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Education Opinion

Learning Shouldn’t Be Easy to Shake Off

By Deborah Meier — April 17, 2008 3 min read
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Dear Diane,

Perhaps the most revolutionary thing we can do, as educators, is provide examples of adults who use their minds freely and toughly, in the interest of raising smart, feisty youngsters!

On a recent visit to Wesleyan, where my granddaughter is a student, some teachers and students played with the question of whether schools should provide young people with opportunities to act on their ideas. After all, teenagers have historically always been activists, not just scholars. I think probably yes—but, if so, don’t we need to be equally prepared to support the “actions” that we disagree with as those we agree with? Given the power relationships in a school, that may be unrealistic. This, too, is another one of those complicated balancing acts.

But I’m so glad you raised so vehemently your view of “the street” and “popular culture.” Probably we need to examine our use of these phrases. “The street” is my shortcut for where kids spend their time when we’re not watching them. I want schools to serve as a place where students exercise the same “habits of mind” to thinking about the “street” (or popular culture) as we ask them to bring to bear on history, and science. We’ve paid too high a price for saying to one large group of kids, “park your ‘other’ self outside before you enter ‘our’ house of learning.”

Our debate reminds me of the distorted controversy about Ebonics (the colloquial speech of some African-Americans) that took place a decade ago. The idea wasn’t to “teach” the kids Ebonics, but to understand where it did and didn’t correspond to “standard” English, to see that all languages have rules. In short, the idea was to use Ebonics as a tool to understand grammar and language rules rather than pretending it was just “bad” English. By bringing it out of the closet of taboo subjects, it could be studied, examined, explored. It was an explosive subject, but that’s because it’s so fraught with a history that we all need to better understand, not hide.

In fact, “bullying” isn’t acceptable on the street. The “street” (the kids’ out-of-school-and-home culture) is more complex than that. It was one reason we had a column in Mission Hill’s weekly newsletter describing what kids did during recess in the school’s back yard—to help us understand the rules and language of their “free” play, in all its complexity.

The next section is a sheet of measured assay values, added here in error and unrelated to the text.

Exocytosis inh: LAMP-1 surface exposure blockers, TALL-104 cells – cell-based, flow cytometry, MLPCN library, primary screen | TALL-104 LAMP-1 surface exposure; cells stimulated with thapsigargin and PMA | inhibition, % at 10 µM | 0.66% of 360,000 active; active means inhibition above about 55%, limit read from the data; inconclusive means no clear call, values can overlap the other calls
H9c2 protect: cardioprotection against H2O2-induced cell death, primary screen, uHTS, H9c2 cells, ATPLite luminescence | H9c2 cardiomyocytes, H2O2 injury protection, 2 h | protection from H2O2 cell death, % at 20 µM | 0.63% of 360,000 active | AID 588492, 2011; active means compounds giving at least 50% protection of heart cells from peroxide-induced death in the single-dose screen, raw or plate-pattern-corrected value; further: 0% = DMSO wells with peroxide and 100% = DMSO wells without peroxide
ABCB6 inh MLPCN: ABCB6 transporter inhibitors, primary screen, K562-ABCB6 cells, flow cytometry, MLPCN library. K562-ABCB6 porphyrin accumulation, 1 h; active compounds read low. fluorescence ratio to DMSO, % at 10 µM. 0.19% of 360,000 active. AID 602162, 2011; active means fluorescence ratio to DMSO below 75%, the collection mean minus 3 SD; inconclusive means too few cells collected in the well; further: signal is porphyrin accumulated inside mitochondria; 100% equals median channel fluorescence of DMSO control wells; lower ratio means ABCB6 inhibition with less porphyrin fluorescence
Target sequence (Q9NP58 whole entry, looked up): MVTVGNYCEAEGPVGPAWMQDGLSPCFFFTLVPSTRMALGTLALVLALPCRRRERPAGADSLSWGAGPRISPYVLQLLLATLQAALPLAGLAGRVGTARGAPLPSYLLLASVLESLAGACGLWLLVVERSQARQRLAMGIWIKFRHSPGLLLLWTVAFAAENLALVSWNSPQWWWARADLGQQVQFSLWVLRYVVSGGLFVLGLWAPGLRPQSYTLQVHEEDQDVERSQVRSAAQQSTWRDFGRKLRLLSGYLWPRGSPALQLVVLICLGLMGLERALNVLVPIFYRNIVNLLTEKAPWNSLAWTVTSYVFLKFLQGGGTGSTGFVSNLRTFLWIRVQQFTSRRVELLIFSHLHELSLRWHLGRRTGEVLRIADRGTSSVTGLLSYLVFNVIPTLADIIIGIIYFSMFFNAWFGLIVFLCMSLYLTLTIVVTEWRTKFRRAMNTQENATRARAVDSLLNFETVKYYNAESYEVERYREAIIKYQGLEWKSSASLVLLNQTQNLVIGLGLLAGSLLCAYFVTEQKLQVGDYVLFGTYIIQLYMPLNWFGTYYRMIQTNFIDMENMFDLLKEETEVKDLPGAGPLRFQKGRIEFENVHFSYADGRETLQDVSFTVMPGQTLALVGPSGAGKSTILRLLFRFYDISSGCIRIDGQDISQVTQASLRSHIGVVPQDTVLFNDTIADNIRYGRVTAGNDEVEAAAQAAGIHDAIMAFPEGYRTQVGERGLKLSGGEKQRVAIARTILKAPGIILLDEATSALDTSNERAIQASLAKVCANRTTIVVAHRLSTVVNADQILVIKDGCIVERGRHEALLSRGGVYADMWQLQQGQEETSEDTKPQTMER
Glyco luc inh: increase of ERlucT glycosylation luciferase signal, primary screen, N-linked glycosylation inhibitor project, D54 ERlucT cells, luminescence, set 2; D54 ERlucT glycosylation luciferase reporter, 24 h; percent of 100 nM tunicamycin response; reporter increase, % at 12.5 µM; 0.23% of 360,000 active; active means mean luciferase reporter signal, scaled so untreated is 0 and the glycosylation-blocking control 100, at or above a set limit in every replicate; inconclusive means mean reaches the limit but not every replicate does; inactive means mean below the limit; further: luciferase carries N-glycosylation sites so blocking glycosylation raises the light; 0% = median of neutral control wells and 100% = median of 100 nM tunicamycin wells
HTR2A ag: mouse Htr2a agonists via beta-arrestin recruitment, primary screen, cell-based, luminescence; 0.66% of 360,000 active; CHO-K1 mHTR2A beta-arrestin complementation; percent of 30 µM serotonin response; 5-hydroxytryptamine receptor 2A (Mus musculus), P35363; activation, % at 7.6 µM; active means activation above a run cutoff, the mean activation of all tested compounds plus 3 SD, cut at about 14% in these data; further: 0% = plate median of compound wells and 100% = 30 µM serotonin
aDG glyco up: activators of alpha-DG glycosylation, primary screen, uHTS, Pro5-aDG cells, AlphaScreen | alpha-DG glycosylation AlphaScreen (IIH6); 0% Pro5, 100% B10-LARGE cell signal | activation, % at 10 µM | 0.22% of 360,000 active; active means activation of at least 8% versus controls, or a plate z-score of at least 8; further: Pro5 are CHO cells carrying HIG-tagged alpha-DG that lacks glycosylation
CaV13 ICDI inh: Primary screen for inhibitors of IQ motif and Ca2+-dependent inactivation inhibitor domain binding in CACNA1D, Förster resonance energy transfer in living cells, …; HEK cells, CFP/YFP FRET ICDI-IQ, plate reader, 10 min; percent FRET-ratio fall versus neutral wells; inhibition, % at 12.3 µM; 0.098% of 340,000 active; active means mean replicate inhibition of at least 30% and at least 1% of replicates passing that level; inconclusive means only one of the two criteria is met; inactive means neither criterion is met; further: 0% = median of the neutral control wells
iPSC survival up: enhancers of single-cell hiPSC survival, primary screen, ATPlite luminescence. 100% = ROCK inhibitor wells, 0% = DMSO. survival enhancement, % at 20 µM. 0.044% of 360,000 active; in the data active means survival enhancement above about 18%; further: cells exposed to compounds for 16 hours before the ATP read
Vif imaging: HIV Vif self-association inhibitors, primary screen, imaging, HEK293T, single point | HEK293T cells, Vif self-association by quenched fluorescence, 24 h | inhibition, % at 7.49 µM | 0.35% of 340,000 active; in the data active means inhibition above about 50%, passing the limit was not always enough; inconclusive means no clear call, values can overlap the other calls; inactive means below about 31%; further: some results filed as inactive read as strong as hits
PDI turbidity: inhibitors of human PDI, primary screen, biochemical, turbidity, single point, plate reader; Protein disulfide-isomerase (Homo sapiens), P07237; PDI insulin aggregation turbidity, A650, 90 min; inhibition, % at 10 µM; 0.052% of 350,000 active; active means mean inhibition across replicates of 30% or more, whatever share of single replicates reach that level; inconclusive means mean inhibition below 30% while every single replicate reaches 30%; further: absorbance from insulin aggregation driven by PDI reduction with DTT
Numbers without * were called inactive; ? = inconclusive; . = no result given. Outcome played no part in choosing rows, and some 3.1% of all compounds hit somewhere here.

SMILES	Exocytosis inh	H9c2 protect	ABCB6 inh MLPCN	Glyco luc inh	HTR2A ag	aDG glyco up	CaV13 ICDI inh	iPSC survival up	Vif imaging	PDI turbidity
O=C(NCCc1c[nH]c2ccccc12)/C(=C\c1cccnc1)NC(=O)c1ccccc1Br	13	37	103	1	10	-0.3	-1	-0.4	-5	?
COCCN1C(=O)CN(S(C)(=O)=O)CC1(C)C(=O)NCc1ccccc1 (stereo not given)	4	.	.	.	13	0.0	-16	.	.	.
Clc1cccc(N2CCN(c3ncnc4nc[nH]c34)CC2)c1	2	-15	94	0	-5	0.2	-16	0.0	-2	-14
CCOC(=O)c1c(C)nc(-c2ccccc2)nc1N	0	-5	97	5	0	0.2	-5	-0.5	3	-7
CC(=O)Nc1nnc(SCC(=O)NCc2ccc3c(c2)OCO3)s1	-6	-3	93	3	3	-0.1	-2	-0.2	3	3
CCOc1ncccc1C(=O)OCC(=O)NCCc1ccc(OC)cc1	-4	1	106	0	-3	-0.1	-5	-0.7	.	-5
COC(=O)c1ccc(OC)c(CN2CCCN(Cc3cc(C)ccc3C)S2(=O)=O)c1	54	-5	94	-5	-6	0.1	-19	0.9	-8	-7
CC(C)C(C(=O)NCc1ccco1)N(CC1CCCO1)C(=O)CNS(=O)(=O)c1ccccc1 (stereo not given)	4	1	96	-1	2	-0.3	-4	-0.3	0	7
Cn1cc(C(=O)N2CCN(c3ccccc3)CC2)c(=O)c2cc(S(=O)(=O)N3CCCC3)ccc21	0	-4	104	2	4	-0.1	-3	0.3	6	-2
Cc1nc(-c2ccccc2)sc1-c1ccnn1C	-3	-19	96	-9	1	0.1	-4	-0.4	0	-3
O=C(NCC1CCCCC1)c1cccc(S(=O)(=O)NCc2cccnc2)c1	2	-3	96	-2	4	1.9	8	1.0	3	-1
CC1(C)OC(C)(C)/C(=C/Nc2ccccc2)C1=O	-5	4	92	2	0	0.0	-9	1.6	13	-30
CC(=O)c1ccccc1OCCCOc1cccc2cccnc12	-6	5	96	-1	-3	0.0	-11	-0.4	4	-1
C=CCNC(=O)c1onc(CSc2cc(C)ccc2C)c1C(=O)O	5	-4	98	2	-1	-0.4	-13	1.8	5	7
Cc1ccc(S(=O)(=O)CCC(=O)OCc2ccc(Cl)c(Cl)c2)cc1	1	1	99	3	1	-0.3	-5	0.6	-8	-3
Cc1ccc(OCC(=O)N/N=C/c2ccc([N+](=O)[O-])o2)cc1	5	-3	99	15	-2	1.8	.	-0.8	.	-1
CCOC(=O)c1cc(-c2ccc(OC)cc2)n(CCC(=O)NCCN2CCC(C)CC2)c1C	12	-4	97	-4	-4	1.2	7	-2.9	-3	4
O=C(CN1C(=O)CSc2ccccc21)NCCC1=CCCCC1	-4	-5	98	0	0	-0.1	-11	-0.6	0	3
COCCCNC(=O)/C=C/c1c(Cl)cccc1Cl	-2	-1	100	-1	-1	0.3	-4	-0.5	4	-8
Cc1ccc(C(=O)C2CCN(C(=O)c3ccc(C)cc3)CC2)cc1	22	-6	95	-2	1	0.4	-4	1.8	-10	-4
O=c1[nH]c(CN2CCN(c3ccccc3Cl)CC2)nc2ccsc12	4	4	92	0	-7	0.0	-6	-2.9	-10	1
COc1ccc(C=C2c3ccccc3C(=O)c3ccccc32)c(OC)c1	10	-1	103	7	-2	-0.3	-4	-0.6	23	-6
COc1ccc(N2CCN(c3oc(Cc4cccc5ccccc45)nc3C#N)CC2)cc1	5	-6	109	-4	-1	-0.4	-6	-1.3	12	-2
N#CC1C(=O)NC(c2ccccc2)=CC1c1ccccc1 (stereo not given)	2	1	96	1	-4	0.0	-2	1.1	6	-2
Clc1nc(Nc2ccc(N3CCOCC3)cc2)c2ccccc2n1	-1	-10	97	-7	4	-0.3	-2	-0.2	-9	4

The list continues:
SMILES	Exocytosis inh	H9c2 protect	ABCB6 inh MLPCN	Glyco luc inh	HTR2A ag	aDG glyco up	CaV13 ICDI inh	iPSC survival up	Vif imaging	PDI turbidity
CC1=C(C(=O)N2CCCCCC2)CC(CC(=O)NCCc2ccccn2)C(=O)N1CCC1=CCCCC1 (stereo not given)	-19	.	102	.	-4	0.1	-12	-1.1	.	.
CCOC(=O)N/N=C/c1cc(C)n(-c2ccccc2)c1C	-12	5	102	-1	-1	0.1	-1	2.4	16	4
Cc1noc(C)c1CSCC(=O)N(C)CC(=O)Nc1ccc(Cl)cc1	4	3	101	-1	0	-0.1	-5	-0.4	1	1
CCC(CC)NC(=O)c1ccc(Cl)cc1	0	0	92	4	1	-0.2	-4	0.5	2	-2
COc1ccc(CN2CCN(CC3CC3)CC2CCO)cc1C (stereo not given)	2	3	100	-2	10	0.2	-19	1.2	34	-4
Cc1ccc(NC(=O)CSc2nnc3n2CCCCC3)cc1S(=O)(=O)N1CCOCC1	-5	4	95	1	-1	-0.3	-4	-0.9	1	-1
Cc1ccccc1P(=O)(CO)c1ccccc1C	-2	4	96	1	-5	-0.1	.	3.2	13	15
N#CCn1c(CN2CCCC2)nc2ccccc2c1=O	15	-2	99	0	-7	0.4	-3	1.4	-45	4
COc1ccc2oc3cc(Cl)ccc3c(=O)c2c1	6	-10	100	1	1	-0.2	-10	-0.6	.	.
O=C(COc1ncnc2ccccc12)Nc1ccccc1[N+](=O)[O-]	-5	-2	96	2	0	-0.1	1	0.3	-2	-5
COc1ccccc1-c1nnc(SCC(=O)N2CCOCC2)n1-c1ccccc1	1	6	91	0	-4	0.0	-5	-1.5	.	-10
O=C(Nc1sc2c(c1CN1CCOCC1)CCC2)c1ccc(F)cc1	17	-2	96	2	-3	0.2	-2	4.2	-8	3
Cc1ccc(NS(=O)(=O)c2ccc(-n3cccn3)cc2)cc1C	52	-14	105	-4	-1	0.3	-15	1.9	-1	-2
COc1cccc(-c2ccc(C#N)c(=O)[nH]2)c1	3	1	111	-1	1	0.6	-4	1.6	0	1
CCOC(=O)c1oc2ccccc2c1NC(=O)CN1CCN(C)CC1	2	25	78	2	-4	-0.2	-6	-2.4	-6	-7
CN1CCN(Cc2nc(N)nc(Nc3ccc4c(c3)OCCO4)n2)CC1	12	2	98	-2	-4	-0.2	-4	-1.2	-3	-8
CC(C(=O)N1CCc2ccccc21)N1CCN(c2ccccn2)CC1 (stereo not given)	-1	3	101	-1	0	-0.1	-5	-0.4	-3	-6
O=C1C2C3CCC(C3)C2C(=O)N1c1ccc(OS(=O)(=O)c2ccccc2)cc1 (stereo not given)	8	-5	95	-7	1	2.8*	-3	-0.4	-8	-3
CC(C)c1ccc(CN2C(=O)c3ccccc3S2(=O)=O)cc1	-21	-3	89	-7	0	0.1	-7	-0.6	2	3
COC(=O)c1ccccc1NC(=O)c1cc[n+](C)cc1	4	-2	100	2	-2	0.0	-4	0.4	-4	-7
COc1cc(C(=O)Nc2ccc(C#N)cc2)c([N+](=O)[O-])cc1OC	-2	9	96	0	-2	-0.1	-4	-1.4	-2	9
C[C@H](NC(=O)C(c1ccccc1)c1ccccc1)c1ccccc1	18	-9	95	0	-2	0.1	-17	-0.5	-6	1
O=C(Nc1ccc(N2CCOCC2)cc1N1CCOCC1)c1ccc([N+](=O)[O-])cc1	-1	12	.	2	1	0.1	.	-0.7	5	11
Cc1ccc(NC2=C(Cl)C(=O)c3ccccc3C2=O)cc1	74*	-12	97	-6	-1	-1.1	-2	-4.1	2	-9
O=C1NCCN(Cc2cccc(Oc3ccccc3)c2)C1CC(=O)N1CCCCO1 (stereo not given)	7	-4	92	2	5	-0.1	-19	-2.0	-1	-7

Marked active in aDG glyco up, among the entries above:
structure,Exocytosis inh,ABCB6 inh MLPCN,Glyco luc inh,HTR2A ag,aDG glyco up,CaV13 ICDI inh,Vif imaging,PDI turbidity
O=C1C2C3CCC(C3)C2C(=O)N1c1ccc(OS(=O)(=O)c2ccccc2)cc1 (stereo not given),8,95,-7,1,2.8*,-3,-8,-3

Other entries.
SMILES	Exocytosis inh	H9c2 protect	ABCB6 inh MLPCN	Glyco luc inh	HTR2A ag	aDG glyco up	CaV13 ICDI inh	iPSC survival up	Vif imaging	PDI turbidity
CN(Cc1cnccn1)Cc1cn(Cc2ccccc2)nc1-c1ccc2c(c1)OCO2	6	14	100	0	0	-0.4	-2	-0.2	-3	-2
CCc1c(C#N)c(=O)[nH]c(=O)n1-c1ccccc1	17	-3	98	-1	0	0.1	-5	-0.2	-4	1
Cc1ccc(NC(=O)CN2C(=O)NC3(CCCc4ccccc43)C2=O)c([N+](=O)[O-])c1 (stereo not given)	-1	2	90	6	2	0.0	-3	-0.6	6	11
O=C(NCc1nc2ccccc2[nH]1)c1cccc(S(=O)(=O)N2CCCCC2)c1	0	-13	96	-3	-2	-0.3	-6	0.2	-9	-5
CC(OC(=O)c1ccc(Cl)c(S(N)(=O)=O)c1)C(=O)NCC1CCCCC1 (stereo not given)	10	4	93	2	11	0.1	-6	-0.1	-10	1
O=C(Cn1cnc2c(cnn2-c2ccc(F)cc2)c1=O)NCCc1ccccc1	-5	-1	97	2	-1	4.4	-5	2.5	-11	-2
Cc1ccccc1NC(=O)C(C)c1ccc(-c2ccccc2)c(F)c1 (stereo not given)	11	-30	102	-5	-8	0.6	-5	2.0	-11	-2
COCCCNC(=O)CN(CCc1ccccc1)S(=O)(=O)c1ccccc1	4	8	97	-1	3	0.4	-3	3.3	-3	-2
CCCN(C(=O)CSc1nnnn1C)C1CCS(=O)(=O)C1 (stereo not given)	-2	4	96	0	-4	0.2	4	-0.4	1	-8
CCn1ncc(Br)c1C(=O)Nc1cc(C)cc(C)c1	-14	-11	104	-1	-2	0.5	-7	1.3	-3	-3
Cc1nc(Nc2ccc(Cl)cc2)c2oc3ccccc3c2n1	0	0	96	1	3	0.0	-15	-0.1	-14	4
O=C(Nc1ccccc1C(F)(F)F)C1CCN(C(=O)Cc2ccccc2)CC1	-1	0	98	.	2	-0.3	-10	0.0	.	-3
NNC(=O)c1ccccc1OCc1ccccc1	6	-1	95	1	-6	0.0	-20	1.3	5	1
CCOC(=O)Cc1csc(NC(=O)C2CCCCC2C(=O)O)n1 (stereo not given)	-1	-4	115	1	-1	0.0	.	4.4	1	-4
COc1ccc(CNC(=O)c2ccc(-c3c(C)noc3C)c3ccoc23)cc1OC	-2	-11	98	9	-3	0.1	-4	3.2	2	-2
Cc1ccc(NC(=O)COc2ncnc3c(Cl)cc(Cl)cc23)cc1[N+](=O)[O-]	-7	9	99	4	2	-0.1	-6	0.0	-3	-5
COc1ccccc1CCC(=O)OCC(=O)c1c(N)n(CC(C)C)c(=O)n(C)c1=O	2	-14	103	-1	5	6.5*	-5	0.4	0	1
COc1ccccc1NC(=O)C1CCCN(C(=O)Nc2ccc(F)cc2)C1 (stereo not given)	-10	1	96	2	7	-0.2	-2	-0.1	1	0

By the way, I think the kind of schooling I’m describing might be far more accountable, in the true sense of that word, than any federal mandate could achieve. I stopped last week before I got into how schools might be governed—which is at the heart of accountability—so that we could focus on “content.” But, of course, they overlap. I sometimes think that our difference lies in part upon how we can imagine our roles. I immediately imagine myself the recipient of mandates—the one who has to obey (or sabotage or get around them). Perhaps you see yourself as designing them? As a thought experiment I wish we’d both imagine what it might be like if Bush’s favorite educators had had the power to design our course content; what basic concepts, ideas, facts might he impose? Perhaps I want a wall of separation between state and classroom.

But in addition, I’m an opportunistic educator. One takes advantage of the moment, the setting, and the people on hand, One plays to their strengths, and to the time in history one is living through. One “uses” everything available to excite the (controlled) passions of the young. And their teachers’ passions, too. Because it helps the retention rates of both.

And finally, anything worth learning shouldn’t be easy to shake off. We studied physics for two years at CPESS, and covered half the usual textbook. It wasn’t enough for kids to know that light travels in a straight line. We wanted them to consider what ideas about light preceded this “discovery”—as well as what they thought before we showed them Truth! We wanted to “uncover” more than we wanted to “cover.”

But it all goes back to the question that isn’t asked: So, what’s it all for? (And, who decides?)

A good friend sent me the mission statement of a school I respect, High Tech High. Their answer: “To succeed in today’s global and knowledge-based economy.” So I wonder, should I have a right to say that this is not okay as its primary mission? (And, does “succeed” mean make a lot of money?) Can I demand—and under what rules of the game—that all U.S. schools must first and foremost justify their work as meeting, and thus understanding, the demands of a democracy? Is that or isn’t that akin to George Counts’ chutzpah?


P.S. How rare it is, Diane, to be reminded of our educational history—thanks.

The opinions expressed in Bridging Differences are strictly those of the author(s) and do not reflect the opinions or endorsement of Editorial Projects in Education, or any of its publications.